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A Detailed Guide to Filing a Mechanic’s Lien in Kansas

A Detailed Guide to Filing a Mechanic’s Lien in Kansas

Have you recently been involved in a construction project in Kansas? Did you get paid? It happens for contractors and subcontractors not to receive their share after working hard on residential and commercial projects. 

Kansas laws, however, provide a form of protection for construction workers, known as mechanic’s lien. As long as one puts the claim forward within the agreed deadline and imposed conditions, the chances of getting compensated are high. 

The guide below will help you understand the way this procedure works in Kansas. 

Who has the right to file a claim?

Kansas laws are specific when it comes to lien rights, entitling contractors and subcontractors, as well as their suppliers to seeking compensation for their work. Contractors are the professionals responsible for handling the entire project after signing a contract with the owner of the estate requiring improvements. Conversely, subcontractors are those taking responsibility for just a part of the work after signing an agreement with the contractors. Check out this website for some useful tips about selecting a subcontractor. 

Suppliers are entitled to lien rights only if the materials they’ve supplied have been used in the construction project. In case the materials were only delivered, these workers have no right to ask for a reimbursement. Conversely, engineers and architects are deprived of their right to submit a mechanic’s lien in case the job hasn’t started yet. These professionals can seek reimbursement only after the project starts. 

Nevertheless, Kansas laws are more rigorous to the rest of the parties involved in construction work. For instance, people employed by contractors and subcontractors have no such right. The same goes for workers supplying materials to suppliers, as well as sub-subcontractors. 

What about the deadline?

Deadlines are of the utmost importance when submitting a mechanic’s lien, as claimants need to respect them in order for their claims to be valid. For example, contractors have a period of four months to place a claim from the date on which they’ve stopped providing labor. Regarding commercial properties, this timeframe can be extended for one more month under certain conditions.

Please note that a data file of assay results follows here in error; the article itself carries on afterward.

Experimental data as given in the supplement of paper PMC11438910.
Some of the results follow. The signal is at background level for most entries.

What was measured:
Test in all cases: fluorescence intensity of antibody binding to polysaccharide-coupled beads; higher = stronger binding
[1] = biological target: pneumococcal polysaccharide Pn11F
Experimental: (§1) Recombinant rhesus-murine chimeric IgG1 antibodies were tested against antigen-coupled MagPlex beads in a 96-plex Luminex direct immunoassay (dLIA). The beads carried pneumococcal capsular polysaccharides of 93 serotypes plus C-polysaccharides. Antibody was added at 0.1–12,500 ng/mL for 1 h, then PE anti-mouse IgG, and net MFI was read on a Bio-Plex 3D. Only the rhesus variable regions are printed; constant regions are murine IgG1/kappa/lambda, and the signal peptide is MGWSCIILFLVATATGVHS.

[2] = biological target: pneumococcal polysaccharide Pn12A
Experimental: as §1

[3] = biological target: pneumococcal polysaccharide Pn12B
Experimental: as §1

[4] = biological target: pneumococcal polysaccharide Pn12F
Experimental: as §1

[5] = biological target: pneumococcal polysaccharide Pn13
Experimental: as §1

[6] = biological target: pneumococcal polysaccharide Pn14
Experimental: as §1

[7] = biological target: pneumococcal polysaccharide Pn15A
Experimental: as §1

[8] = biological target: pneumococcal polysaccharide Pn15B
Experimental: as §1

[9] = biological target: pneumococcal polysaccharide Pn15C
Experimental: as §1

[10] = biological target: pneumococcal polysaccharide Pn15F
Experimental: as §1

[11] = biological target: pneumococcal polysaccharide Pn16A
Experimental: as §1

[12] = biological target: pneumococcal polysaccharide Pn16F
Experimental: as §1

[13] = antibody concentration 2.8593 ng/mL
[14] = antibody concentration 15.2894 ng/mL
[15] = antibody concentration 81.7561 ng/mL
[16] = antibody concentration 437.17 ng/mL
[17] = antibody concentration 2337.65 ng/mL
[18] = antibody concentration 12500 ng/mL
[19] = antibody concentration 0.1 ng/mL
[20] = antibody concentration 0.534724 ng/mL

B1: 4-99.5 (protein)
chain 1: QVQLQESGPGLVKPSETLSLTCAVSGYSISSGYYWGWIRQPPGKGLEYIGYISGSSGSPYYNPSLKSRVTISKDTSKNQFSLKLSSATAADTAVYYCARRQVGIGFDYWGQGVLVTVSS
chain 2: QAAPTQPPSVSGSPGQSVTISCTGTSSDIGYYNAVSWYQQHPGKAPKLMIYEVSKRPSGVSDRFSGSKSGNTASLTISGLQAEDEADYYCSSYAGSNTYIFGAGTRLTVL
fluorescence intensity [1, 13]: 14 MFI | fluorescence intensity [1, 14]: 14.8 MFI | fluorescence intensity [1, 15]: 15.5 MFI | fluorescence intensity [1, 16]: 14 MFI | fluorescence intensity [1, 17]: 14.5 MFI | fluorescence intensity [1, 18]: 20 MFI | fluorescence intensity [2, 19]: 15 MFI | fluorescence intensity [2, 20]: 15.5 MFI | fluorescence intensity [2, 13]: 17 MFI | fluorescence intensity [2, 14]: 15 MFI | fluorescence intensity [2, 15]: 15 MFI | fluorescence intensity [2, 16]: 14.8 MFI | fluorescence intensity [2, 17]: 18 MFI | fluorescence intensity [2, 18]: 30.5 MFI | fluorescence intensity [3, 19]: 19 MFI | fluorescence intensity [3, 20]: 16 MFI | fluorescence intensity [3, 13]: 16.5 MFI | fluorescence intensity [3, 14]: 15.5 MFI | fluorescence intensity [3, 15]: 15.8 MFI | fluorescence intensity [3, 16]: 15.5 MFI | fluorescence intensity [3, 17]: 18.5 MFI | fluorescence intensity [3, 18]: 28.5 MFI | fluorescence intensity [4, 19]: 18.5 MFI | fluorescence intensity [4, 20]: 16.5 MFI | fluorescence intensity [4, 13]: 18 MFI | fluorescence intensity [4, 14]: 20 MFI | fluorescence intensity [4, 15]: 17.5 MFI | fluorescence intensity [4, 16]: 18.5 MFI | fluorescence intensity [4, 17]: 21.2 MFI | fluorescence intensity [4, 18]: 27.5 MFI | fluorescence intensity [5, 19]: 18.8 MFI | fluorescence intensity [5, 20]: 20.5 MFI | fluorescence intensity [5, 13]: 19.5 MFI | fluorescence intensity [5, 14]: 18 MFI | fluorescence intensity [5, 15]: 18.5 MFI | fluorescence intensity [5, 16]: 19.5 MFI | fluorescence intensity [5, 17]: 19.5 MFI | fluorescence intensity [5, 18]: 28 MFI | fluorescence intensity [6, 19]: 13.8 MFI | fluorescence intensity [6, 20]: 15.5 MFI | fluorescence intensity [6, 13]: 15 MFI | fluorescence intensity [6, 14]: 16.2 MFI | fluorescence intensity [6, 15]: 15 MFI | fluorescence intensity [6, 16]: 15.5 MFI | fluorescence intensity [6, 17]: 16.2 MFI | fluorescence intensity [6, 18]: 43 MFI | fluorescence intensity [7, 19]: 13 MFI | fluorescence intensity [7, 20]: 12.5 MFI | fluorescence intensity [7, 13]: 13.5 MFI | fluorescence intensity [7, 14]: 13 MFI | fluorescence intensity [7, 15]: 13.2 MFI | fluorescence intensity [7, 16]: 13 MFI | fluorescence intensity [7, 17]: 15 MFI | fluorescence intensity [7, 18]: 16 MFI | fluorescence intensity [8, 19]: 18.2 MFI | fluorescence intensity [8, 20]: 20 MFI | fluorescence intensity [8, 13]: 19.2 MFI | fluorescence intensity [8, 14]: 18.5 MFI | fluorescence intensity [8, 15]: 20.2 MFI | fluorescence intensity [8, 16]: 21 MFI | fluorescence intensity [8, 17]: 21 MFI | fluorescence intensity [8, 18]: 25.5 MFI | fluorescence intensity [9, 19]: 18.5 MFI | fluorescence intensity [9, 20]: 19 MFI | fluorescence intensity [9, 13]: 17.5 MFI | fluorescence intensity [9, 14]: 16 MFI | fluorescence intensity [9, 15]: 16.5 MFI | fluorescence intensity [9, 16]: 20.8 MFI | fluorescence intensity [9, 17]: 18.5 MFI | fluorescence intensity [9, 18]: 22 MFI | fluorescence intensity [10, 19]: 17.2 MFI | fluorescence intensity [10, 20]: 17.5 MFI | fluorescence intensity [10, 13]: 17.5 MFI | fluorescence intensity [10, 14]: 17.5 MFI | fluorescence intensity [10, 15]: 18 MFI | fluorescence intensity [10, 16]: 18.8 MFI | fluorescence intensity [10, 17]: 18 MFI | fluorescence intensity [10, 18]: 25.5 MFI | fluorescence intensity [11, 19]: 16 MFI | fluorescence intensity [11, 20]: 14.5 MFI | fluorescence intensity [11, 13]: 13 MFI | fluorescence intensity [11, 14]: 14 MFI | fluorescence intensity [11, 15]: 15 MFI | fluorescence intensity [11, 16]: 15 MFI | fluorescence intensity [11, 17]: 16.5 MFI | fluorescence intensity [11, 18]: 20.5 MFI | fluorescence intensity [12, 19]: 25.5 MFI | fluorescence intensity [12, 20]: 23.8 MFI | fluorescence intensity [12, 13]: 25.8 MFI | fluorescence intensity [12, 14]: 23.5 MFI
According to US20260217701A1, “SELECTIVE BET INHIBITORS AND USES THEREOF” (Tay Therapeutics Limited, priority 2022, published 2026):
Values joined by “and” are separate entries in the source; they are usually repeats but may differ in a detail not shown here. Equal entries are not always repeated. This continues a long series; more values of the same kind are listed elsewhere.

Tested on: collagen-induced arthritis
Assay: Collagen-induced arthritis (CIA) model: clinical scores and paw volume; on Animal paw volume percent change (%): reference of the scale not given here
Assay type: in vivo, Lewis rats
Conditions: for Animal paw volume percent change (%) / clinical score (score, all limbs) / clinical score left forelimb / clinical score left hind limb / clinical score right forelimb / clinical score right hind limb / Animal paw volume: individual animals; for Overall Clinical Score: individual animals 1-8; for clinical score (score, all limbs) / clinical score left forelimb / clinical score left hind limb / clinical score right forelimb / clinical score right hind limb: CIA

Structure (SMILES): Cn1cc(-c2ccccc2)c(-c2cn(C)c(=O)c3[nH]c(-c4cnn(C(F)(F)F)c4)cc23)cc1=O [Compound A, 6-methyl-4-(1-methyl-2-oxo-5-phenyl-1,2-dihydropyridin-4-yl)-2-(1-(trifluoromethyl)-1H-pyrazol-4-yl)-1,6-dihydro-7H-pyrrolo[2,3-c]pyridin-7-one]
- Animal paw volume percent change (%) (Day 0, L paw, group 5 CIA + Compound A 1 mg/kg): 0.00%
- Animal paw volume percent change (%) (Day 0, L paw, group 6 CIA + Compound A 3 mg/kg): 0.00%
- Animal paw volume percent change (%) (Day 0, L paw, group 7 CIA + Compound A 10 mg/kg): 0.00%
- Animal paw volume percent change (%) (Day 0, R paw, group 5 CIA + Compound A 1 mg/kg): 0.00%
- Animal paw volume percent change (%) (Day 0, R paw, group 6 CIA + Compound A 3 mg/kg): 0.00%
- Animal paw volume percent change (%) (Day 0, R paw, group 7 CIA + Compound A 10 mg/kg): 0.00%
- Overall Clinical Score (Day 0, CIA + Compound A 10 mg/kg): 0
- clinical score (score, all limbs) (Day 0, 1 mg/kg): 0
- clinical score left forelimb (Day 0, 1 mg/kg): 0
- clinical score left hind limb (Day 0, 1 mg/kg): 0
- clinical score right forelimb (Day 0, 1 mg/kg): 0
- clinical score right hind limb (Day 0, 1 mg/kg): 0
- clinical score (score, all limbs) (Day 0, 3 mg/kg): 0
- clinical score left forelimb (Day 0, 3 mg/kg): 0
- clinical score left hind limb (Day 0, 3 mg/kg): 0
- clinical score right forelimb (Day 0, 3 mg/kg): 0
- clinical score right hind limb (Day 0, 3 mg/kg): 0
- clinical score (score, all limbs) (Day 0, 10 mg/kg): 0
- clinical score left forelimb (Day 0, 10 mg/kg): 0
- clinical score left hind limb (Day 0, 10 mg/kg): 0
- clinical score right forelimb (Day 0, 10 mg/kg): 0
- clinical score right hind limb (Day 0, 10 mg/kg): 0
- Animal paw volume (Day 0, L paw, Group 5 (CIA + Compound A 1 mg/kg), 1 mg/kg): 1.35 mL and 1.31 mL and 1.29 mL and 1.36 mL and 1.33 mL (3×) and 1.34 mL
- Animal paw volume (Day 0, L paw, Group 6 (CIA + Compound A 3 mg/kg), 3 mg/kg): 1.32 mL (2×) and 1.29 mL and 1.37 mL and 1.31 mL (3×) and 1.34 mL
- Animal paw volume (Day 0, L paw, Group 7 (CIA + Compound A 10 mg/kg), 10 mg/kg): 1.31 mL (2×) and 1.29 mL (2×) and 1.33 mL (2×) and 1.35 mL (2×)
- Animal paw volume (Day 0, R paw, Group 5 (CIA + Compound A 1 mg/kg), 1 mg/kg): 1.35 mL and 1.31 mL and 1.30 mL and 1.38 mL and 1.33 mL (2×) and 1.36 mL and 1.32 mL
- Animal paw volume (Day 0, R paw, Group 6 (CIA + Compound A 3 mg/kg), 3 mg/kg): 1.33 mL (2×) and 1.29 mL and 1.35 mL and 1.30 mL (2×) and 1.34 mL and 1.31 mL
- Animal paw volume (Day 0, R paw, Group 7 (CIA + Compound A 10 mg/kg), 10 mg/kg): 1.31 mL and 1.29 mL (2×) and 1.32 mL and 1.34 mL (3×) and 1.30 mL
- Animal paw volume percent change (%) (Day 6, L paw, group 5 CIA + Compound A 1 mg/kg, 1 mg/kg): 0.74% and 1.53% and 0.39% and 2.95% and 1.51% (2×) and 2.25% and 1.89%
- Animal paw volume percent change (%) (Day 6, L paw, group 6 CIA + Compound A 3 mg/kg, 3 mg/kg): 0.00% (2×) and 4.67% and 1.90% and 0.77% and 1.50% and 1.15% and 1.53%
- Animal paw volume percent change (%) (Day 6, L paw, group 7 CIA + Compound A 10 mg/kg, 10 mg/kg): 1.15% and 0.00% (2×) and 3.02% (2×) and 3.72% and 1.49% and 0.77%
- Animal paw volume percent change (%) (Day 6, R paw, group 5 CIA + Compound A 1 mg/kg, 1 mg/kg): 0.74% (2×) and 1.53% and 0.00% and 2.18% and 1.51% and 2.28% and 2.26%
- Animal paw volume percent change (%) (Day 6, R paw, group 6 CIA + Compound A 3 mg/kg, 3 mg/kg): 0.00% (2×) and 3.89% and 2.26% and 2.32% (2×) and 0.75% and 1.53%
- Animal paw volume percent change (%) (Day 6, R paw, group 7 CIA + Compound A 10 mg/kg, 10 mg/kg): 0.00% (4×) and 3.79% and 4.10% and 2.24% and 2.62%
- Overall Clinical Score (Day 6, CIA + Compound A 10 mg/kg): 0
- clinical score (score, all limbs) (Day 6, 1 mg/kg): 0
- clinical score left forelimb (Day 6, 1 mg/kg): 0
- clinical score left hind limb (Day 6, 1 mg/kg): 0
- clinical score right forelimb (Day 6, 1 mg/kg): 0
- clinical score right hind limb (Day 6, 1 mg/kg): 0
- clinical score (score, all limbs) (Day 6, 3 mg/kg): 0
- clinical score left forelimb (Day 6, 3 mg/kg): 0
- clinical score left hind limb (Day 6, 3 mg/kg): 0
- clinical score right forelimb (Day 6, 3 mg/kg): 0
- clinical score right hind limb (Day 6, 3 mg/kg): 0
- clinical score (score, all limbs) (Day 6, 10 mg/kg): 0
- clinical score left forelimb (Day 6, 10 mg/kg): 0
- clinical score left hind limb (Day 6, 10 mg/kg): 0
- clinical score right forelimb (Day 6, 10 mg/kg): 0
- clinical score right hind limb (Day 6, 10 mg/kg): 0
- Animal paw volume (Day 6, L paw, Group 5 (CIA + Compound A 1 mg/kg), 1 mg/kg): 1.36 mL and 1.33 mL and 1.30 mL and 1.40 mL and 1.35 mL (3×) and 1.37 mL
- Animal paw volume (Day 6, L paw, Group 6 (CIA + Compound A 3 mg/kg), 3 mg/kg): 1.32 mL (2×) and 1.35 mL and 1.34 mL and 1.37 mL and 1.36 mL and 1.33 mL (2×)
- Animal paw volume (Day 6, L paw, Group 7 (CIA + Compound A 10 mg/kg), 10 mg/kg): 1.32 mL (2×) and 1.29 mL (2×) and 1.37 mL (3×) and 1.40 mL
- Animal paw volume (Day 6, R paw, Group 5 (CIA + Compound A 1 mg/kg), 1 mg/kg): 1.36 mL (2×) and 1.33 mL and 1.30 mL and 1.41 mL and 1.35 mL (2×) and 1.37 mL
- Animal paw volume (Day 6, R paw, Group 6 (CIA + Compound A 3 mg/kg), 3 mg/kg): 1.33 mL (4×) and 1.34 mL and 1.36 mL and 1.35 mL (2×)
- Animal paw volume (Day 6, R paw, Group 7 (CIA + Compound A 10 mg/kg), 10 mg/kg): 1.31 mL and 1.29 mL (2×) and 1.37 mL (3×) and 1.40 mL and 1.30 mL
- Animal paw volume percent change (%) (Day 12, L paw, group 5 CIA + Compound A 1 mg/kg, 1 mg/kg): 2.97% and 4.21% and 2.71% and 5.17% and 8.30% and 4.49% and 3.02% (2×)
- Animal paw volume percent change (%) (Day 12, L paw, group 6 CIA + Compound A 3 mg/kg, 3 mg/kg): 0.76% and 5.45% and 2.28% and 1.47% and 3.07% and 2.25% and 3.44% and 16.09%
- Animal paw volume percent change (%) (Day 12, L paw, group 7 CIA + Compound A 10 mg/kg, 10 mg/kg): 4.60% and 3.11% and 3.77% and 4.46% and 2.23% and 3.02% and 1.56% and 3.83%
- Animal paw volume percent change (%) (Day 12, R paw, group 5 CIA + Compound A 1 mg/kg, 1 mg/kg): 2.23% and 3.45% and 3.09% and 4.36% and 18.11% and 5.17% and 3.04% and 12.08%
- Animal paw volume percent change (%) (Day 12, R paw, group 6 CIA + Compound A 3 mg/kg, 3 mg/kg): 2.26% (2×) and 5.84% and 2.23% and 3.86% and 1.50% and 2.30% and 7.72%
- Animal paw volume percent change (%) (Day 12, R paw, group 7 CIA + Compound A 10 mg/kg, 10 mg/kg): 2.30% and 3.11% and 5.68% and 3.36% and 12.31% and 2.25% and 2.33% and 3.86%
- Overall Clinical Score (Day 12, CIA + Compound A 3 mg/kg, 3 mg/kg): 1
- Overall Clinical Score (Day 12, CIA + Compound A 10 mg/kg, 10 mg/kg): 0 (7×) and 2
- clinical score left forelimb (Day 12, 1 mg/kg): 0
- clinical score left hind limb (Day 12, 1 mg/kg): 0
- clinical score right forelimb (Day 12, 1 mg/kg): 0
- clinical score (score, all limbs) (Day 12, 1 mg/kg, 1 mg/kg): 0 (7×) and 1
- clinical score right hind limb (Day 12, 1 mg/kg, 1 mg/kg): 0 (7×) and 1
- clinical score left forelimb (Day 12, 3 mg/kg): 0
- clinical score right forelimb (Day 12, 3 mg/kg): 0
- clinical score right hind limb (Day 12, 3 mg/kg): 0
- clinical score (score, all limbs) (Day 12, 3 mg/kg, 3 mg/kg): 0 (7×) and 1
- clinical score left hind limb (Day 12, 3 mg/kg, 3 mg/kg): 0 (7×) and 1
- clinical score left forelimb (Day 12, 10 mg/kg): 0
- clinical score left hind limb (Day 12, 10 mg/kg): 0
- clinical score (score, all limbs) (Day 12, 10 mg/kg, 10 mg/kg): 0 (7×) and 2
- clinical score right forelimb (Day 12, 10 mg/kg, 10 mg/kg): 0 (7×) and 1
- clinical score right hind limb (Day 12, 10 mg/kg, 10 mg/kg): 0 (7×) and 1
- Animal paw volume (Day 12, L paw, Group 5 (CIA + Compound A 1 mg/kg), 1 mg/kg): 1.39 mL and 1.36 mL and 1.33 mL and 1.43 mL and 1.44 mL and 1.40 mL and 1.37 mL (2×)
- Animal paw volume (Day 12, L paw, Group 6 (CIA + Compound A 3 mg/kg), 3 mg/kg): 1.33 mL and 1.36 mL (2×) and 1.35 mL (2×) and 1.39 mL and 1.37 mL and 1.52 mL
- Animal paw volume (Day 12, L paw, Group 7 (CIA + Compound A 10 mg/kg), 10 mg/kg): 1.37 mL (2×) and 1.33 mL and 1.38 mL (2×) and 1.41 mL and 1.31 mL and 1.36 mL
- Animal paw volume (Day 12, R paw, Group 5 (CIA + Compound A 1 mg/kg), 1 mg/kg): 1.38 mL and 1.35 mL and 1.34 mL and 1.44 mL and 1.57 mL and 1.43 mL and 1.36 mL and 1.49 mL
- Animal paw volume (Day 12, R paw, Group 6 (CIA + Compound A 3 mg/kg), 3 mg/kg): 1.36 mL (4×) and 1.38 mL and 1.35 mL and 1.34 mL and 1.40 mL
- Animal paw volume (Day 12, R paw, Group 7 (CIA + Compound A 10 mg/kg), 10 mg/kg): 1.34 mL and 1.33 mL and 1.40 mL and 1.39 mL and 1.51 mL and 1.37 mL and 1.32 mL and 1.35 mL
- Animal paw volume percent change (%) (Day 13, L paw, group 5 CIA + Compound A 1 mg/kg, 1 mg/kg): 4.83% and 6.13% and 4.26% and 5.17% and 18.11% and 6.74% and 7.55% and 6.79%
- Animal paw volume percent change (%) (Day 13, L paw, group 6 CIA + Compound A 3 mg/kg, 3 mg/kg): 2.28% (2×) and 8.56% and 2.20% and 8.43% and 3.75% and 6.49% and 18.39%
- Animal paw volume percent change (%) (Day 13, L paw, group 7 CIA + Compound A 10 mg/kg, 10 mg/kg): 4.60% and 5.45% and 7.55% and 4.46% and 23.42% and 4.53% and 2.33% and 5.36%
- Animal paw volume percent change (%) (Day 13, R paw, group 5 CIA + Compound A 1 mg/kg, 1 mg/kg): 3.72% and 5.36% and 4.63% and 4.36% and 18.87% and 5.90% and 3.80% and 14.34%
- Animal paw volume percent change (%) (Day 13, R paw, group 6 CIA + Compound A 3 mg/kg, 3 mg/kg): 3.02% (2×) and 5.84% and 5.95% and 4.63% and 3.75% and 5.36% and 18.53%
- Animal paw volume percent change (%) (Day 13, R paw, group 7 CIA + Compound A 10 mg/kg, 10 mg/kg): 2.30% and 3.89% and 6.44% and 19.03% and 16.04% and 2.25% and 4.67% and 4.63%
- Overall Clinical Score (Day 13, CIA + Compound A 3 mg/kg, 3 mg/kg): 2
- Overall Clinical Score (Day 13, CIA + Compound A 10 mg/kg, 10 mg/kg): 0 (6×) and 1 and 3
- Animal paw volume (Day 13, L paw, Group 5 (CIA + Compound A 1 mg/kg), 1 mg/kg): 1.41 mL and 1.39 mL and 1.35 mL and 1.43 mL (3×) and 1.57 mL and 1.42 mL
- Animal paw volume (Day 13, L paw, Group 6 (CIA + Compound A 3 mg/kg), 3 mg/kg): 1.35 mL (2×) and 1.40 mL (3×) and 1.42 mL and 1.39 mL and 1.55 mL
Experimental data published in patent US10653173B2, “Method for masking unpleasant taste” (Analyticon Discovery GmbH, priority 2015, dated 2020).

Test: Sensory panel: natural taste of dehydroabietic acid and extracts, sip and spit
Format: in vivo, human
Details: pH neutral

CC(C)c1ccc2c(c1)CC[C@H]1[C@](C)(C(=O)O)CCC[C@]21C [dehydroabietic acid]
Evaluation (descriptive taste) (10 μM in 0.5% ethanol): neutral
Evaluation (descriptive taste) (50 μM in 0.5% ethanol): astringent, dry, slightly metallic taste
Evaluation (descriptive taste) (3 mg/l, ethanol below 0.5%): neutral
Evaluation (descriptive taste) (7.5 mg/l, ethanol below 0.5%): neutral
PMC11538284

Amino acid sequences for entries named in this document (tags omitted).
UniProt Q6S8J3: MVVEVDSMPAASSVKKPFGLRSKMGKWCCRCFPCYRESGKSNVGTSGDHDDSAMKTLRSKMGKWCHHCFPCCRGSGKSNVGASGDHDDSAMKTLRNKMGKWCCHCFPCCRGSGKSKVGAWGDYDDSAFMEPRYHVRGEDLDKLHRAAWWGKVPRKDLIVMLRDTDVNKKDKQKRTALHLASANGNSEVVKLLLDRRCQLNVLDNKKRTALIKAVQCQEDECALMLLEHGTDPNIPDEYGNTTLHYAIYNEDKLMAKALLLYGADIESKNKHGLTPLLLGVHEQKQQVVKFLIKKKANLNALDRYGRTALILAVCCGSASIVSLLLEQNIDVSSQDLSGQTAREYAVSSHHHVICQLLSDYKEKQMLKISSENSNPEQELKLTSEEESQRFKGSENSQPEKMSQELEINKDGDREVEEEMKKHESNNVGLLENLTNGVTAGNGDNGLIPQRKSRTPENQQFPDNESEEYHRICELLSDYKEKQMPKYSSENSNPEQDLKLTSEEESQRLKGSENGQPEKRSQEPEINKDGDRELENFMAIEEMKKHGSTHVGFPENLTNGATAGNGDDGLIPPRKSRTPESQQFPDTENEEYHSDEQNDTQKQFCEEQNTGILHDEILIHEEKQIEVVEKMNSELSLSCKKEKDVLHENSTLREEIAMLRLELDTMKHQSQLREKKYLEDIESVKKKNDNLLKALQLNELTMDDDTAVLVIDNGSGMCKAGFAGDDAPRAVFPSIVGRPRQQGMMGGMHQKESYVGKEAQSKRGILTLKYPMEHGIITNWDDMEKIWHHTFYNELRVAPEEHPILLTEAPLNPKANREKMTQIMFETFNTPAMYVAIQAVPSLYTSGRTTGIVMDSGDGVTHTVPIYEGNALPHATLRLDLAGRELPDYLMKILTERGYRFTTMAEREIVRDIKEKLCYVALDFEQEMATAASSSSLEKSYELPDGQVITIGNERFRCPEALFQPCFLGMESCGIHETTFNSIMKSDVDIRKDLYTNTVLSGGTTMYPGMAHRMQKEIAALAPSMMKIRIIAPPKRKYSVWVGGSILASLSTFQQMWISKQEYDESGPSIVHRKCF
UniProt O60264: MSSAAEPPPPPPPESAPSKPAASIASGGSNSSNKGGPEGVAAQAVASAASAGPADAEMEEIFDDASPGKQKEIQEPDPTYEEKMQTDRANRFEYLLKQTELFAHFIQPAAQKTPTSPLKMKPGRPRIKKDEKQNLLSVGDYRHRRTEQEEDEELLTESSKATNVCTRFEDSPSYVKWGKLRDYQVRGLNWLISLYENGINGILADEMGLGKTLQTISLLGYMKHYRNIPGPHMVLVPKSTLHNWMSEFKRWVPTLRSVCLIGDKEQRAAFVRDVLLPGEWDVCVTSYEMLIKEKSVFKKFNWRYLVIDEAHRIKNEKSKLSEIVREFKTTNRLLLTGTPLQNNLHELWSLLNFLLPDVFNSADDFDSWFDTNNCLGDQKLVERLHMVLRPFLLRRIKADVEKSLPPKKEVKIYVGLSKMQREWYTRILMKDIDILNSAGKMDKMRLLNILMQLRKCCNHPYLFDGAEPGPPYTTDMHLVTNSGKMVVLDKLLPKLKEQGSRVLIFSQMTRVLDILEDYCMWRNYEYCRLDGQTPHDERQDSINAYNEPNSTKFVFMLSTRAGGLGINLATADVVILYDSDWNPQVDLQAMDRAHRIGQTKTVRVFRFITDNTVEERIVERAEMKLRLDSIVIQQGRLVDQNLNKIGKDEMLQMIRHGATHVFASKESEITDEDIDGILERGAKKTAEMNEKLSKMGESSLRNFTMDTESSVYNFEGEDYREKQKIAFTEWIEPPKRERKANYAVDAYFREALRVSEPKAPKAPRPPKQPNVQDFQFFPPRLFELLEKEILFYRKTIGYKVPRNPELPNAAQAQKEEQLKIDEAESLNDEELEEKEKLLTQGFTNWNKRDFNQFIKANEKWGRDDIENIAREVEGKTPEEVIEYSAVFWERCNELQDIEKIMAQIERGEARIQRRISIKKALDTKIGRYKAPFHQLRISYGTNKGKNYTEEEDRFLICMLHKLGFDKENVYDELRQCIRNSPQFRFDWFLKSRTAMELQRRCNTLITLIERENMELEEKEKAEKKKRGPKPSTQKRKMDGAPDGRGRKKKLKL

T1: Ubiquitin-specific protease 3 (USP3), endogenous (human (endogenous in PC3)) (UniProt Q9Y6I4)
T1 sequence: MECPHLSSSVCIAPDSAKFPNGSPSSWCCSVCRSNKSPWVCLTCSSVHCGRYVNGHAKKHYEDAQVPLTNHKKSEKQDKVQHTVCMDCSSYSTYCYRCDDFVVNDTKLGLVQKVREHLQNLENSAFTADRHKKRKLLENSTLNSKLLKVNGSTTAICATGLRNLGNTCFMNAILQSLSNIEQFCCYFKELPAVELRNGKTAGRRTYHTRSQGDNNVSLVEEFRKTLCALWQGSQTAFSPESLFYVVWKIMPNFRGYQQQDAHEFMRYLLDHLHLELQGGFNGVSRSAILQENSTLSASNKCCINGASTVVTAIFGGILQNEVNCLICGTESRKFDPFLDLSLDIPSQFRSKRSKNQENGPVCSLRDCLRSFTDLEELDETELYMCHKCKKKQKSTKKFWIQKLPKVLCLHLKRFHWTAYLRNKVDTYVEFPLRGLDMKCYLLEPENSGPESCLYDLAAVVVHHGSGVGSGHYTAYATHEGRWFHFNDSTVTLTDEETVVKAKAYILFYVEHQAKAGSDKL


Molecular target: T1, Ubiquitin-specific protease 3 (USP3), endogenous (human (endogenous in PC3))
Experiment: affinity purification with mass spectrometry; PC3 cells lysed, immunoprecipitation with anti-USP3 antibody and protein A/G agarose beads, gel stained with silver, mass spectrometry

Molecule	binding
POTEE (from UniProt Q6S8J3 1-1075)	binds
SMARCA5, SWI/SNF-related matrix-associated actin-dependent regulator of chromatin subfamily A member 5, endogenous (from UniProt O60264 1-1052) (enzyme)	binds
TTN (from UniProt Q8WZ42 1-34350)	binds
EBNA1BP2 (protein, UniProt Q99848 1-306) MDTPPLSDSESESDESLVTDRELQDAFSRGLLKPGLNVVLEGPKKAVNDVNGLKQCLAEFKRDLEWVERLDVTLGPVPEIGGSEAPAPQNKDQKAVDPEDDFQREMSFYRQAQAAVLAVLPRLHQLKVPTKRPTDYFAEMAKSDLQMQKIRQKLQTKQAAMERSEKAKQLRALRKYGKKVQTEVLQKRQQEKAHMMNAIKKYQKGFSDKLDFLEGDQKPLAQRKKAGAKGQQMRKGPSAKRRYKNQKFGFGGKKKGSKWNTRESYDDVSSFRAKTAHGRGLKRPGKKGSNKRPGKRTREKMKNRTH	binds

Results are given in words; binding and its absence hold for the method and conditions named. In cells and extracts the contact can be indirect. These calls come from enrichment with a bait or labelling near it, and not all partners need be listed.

Subcontractors, on the other hand, are given a shorter period for submitting a lien, as many as three months. Anyhow, just like contractors, after filing a notice of extension, subcontractors can have this period extended up to five months. Visit this link,, to learn about the difference between contractors and subcontractors. 

How to serve the lien?

States like Kansas don’t consider the procedure finished until the document is served on all participants in the construction job. There are special requirements related to the way in which the copy of the document has to be served, mainly depending on the type of claimant. 

General contractors, who had direct contact with the client, are supposed to send a copy of the form to the owner not just via regular but also by certified mail. These requirements, however, don’t apply to project participants who haven’t signed any contract with the client. 

Furthermore, these parties are provided with different methods for delivering such a copy to property owners. They can deliver it personally or mail it; whichever option they find more convenient. Anyhow, mailing the document is known to be more convenient for the purpose of saving valuable time. 

Claimants need to remember that having their liens recorded isn’t a guarantee for receiving payment. If interested in filing a mechanic’s lien in Kansas, make sure the information included in the form is valid. The lawyer of the other party might also file a claim in case yours is invalid in a certain way. Bear in mind that a mechanic’s lien in Kansas doesn’t expire during a period of one year after being submitted. 

When claimants aren’t satisfied with the payment negotiations, a foreclosure lawsuit is recommended before the expiry date. Prior to filing a lawsuit, claimants need to send a notice of intent of foreclosure to the affected party as a warning. Sometimes, this type of warning encourages property owners to pay claimants for their service in order not to face a lawsuit. 

Final word

If you have lien rights, don’t be afraid to fight for them!


Samantha hails from Virginia and is a proud wife to a retired Deputy Sheriff and mother to two amazing little boys named Jack & William. A veteran product reviewer; Samantha has been reviewing products for 8 years and offers high quality product reviews with original photography.

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